X-Blades PlayStation 3 review

A couple of problems but a whole host of action, as Louis gets to grips with X-Blades...

Add together Tomb Raider, a bit of the original Doom and a touch of Devil May Cry and you might get some idea about how this game looks and feels.

Let me start by saying that this is not a perfect game. It has its glitches and its gripes, like most other games. There are puzzles and situations that frustrate and there is the control interface that is a little awkward before you get used to it. However, the visuals are fantastic and the gameplay is frantic to the point of frustration at times. In one level alone, I hacked and slashed and blasted through nearly 700 monsters. The whole level took less than five minutes to complete. As an average, that is more than two monsters per second – on easy!

Let’s start from the beginning, though.

You play Ayumi, a treasure hunter in the style of Lara Croft, who must work in very warm surroundings because she wears very little clothes. Her job is to obtain artifacts, and she does this with style and extreme prejudice. She is helped along by two specially-designed blades which also double up as pistols. In addition to these weapons, she can use magic to wipe out the many hoards of evil monsters that try to cut, gut and zap her to pieces.

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Don’t think that these monsters are just useless drones, though, because if you haven’t unlocked the appropriate magical power, then you’ll find this very hard going indeed. The reason being these monsters are of an elemental nature and require specific attacks to be able to defeat them. Fire monsters require fire or ice attacks to defeat them, whilst only a fire attack will work on an ice elemental. This is repeated throughout the game, with different creatures, attacks and puzzles along the way. Some are easy, such as: find this part of the artifact or the other, some are more involved such as: how do you find your way out of a room of spikes?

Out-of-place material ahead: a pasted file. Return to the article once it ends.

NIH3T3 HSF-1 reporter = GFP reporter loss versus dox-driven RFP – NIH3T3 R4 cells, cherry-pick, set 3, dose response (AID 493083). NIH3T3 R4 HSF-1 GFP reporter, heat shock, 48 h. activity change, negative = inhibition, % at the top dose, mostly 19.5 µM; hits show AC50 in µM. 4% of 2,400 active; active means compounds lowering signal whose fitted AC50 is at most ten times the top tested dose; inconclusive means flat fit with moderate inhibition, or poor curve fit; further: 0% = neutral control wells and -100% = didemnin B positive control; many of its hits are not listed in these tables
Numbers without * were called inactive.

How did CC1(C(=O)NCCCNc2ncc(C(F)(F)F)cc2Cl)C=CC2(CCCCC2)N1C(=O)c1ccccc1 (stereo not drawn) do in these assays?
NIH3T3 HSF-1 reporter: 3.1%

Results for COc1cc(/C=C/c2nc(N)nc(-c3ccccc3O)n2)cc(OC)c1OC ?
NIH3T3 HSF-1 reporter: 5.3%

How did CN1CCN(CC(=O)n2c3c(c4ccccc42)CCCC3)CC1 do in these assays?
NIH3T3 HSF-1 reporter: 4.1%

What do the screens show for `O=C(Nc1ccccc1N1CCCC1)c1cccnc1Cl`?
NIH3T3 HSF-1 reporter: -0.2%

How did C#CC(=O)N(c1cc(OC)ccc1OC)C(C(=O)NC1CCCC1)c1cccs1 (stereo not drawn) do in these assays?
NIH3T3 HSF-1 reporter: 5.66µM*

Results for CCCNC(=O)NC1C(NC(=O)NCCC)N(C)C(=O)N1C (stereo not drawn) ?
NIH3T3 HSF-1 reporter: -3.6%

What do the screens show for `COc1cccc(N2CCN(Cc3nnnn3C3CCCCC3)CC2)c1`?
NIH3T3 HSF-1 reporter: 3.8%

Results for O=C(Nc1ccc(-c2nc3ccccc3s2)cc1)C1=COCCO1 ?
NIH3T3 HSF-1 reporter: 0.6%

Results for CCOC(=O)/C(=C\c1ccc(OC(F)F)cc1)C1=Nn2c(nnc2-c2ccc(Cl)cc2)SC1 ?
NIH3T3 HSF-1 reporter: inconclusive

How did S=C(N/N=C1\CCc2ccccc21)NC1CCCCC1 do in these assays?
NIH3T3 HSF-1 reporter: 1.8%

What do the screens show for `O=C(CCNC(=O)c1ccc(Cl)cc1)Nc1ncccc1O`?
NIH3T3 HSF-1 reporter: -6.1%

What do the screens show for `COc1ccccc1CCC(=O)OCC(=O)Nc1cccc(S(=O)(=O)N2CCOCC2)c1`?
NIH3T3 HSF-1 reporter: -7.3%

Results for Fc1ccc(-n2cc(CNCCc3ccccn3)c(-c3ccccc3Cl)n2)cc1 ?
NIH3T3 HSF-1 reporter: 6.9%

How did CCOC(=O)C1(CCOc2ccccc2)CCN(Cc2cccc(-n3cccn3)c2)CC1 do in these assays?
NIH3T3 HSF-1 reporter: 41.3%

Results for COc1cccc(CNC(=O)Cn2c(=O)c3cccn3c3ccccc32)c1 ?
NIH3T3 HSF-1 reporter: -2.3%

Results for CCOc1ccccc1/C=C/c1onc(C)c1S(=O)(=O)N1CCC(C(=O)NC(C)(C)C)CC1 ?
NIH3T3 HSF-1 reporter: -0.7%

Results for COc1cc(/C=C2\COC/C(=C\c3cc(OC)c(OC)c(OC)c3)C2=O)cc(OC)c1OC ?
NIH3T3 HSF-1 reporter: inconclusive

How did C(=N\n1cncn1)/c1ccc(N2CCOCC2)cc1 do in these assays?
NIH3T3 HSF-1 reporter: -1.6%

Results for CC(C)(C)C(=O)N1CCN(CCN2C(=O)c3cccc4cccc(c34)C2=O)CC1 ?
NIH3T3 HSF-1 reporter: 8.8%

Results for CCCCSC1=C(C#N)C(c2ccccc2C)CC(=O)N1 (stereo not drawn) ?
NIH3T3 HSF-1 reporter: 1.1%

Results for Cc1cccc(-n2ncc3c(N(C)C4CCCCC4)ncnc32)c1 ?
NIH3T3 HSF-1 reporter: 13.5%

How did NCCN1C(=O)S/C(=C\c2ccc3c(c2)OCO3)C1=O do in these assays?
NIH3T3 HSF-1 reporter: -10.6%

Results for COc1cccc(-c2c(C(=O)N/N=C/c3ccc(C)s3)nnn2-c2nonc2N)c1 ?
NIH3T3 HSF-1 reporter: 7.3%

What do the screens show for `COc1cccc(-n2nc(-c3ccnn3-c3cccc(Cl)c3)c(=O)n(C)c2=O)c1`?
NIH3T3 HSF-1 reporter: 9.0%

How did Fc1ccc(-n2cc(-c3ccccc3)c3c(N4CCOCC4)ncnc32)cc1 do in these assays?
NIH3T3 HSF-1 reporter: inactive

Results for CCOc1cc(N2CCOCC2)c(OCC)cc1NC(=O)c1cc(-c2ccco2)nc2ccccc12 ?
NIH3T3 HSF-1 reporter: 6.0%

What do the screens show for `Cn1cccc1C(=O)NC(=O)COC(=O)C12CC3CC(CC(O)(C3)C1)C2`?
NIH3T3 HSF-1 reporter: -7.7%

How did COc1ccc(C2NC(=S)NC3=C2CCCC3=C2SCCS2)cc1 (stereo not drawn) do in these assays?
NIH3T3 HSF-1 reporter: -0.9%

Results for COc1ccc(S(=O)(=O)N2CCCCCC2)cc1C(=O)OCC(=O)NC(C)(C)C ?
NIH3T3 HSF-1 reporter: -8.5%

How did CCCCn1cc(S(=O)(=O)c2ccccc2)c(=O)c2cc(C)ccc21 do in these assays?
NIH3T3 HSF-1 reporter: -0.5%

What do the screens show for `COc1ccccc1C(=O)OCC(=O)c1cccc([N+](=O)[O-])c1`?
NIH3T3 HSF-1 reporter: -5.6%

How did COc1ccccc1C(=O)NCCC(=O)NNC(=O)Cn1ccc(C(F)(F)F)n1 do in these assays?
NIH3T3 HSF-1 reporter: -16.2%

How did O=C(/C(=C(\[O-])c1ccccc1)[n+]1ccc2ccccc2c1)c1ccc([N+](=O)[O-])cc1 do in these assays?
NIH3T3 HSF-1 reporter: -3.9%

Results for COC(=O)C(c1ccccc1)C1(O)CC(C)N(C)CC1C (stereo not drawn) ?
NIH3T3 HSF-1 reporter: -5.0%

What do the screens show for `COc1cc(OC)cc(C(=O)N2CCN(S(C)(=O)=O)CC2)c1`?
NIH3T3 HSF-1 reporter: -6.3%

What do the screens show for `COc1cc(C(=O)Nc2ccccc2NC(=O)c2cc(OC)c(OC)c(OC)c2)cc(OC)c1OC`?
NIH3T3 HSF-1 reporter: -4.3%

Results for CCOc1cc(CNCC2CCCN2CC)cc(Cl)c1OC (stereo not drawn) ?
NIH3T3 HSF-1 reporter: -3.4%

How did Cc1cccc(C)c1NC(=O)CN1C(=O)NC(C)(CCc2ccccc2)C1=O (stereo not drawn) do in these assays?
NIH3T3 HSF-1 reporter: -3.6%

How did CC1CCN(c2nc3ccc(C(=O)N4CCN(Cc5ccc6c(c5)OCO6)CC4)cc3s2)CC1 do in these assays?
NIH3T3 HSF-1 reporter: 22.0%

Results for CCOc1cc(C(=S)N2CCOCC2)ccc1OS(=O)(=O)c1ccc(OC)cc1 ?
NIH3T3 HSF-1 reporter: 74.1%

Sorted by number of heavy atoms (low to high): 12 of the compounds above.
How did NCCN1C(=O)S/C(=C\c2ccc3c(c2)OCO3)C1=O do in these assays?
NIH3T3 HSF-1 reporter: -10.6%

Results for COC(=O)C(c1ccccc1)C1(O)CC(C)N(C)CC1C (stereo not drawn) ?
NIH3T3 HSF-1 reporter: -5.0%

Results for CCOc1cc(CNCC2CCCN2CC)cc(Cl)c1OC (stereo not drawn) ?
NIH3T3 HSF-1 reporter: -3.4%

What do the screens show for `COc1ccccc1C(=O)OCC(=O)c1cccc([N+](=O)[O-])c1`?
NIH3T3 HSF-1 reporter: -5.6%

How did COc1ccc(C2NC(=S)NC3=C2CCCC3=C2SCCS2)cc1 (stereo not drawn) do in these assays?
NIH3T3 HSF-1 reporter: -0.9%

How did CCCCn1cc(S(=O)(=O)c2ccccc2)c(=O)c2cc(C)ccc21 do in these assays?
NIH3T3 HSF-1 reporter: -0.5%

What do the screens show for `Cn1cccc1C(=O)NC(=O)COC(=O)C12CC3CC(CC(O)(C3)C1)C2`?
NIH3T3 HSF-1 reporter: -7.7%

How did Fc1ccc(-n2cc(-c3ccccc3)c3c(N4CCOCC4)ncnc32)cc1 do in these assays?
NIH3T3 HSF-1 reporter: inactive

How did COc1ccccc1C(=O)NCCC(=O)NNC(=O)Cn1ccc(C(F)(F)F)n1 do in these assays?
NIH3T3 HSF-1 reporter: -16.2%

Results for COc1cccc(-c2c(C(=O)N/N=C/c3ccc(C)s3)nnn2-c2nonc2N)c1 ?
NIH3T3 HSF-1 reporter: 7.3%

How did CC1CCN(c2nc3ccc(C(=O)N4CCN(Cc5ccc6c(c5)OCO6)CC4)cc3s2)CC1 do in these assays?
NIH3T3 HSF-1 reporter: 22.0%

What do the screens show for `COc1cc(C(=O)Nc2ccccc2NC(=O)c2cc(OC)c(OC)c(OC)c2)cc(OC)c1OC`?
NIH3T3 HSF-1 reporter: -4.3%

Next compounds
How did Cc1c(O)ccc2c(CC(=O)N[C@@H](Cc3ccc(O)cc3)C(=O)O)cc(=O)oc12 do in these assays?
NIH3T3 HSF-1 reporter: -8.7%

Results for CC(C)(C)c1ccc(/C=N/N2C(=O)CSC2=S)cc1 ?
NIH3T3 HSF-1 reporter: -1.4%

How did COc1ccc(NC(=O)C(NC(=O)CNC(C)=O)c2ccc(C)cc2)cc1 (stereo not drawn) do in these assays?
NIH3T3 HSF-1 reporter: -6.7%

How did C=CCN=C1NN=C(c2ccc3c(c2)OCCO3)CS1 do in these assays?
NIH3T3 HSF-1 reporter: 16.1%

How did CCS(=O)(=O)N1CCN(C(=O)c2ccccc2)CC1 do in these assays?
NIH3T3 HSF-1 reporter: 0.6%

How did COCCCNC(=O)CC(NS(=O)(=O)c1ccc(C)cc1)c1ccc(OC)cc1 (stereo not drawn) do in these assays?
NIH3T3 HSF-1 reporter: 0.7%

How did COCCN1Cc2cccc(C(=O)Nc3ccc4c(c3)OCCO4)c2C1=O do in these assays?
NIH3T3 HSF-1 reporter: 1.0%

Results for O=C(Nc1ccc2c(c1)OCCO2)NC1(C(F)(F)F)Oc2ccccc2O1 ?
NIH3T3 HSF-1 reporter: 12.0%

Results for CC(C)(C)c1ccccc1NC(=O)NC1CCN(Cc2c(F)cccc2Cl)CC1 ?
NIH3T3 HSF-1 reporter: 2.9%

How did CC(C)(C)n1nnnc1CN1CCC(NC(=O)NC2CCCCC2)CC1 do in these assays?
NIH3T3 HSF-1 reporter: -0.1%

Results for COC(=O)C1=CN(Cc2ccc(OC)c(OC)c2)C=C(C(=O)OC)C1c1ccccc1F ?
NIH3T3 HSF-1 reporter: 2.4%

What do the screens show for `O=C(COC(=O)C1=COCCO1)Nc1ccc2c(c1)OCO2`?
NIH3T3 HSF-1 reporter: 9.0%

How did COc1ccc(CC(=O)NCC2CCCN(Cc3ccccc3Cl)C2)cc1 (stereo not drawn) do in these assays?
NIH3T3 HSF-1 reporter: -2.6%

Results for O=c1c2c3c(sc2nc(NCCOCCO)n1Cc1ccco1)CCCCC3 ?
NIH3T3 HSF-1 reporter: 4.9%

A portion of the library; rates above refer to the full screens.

It’s alright having all the elemental magic, but you can only use it when you have gained enough rage on your rage meter. To get this rage, you have to fight and the more you fight then the more rage you get. Can you see where I am going with this? In addition, each time you destroy a creature, an earthenware jar, a tomb or a similar object, you gain souls. In turn, these souls can be traded for the magical powers that you need to defeat the bad guys. The more souls you collect, then the better the powers.

The only glitch I found with the powers was using the teleport ability – it only tended to jump me about five paces. Yes, the game can be repetitive in places, as can the fighting moves, but the sheer rush of playing this game can be addictive. There seems to be a perfect balance between the numbers of creatures, the fighting ability of the character and the total mayhem. Sometimes you can be fighting hard for five minutes and come out of the situation with numb hands, a sore wrist and the most amazing adrenalin rush.

As games go, this is a no brainer. You don’t have to think too much, there are fantastic visuals and a decent enough storyline to keep you interested. The underlying gameplay is basic and there are some troubling glitches in the AI in places, but you’re having so much fun in the heat of battle, you can’t help but give it a pass.


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4 out of 5